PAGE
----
Columns » John Brummett

Reagan puts Bush on the fringe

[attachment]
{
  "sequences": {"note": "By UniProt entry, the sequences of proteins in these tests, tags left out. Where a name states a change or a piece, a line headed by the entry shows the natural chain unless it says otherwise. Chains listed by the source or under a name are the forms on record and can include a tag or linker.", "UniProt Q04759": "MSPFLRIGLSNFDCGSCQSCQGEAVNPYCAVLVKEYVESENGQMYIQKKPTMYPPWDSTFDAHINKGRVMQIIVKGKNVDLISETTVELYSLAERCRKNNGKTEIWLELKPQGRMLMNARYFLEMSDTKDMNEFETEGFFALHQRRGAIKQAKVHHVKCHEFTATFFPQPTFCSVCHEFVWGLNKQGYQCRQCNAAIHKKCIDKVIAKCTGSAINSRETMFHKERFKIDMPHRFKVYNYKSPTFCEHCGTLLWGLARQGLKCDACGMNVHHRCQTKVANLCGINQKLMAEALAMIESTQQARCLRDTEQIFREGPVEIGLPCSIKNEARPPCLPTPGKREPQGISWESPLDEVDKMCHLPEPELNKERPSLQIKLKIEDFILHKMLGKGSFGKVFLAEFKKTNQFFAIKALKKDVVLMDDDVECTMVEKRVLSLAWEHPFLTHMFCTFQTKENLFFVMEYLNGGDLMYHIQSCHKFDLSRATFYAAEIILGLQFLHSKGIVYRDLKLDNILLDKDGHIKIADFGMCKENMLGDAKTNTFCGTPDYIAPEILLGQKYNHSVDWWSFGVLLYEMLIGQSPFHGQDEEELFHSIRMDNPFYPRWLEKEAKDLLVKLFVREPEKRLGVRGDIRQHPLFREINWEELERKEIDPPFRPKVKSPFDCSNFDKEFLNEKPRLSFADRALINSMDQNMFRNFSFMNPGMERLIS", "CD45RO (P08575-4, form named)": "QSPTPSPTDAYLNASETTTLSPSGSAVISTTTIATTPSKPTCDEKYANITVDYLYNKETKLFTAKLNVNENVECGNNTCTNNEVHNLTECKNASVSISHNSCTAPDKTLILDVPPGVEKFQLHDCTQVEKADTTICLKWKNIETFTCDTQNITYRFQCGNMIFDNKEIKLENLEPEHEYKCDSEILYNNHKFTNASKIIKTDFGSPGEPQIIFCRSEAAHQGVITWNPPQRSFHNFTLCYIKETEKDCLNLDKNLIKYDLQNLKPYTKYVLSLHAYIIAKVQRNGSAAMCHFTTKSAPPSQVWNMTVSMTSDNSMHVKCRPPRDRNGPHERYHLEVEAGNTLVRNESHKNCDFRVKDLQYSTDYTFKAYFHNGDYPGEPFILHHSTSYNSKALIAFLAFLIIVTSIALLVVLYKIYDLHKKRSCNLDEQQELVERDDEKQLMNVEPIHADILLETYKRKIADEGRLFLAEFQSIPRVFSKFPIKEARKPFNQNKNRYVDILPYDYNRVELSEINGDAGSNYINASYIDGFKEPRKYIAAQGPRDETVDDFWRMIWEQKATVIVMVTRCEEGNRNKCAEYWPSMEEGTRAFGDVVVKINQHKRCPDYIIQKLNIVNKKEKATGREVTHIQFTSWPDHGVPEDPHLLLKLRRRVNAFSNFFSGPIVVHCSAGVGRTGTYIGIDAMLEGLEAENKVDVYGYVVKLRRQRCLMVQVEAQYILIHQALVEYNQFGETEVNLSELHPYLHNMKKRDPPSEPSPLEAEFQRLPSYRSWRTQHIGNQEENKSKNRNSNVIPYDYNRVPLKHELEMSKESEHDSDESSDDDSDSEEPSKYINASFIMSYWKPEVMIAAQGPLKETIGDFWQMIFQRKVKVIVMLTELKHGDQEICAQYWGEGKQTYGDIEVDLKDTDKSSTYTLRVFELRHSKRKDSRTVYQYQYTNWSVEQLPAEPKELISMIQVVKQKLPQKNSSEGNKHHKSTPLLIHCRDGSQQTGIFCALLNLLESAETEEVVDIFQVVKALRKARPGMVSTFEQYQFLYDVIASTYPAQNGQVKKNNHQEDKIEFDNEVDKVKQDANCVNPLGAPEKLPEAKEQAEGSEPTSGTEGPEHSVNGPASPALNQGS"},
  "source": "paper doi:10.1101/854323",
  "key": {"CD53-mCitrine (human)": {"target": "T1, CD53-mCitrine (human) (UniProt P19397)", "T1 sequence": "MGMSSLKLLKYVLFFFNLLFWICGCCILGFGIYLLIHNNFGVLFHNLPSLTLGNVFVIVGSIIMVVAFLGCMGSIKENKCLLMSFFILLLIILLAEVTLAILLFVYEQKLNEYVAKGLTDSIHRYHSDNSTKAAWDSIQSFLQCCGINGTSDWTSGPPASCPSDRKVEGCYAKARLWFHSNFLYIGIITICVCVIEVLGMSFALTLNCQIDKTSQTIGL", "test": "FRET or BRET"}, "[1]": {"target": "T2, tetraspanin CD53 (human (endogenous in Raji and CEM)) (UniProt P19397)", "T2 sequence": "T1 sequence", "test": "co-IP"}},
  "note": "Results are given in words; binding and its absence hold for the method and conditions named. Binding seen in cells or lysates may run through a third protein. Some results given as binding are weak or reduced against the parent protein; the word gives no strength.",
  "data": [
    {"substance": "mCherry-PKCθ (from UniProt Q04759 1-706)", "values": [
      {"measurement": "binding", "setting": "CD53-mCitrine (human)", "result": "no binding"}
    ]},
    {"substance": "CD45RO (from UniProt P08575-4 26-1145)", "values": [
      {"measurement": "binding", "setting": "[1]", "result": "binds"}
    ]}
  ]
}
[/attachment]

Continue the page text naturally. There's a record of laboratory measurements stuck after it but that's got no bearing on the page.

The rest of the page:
Bill Clinton was pretty good, but conceivably the most effective speech at the Democratic National Convention last week was delivered by Ronald Reagan. Actually, that's Ron Reagan, son of the late president and Nancy. He did the Democrats the great favor of gracing their convention podium to call attention to a vivid example of the Bush administration's polarizing Religious Right extremism. What he did was introduce an issue of compassion and practicality for the consideration of those who somehow may still be undecided between George W. Bush and John Kerry, unpersuaded how to vote by the war and economic policy. Winning over the remaining undecideds over the next hundred days will be mostly a negative proposition. One or the other of the candidates will most likely be placed outside the mainstream, thus unable to achieve a comfort level with the American voters. Republicans have so stigmatized a few Democratic presidential candidates along the way, and they're hard at work trying to Dukakisize John Kerry. But when none other than Ronald Reagan's own son pleads for saving lives and puts Bush in the odd opposition to that, he threatens to send a message to those undecideds that there's something about the incumbent, actually, that's quite outside the mainstream. What Reagan did in his brief speech was plead for a resumption of federal funding for new stem cell research that might lead to cures for Alzheimer's, Parkinson's, diabetes and assorted other fatal afflictions. He dismissed as the "theology of the few" the opposition to the research. That would be much if not all of the pro-life movement, to which the current president found it politically advisable to pander. This opposition holds the bizarre view that extracting stem cells from days-old human embryos, the common practice of this phase of research, amounts to the taking of a human life - an abortion, if you will. Bush, placating his extreme base, has curbed research spending except on stem cell lines created before Aug. 9, 2001. The young Reagan told the Democratic delegates that he was not making a partisan appeal. But I'm not sure what else you could call this concluding phrase of his speech, except the brutal truth: "In a few months we will face a choice. Yes, between two candidates and two parties, but more than that. We have a chance to take a giant stride forward for the good of all humanity. We can choose between the future and the past, between reason and ignorance, between true compassion and mere ideology. Whatever else you do come Nov. 2, I urge you, please, cast a vote for embryonic stem cell research." That's a vote for Kerry unless George W. experiences some kind of epiphany and decides to alienate his base. How out of the mainstream is the Bush position? It's entirely too conservative not only for Ron Reagan, but for his mom, Nancy. She recently attended a fund-raising dinner for stem cell research and said time was wasting because lives were being lost. And in April, 58 senators sent a letter to Bush urging a resumption of funding, and among the 58 were 14 Republicans, including several who are opposed to abortion. Be aware, too, that this hopeful research continues unabated in Europe. It's going to take place and it most likely will lead to dramatic advancements in fighting certain fatal diseases. The only question is whether America will lend its considerable might and expertise to this fight for humanity. Both Nancy Reagan and her son think America must engage. And now the son has gone on record pretty much telling the country that only the Democratic presidential candidate will provide that engagement. If we don't hear much more about this, a Democratic consultant surely will have dropped a ball.

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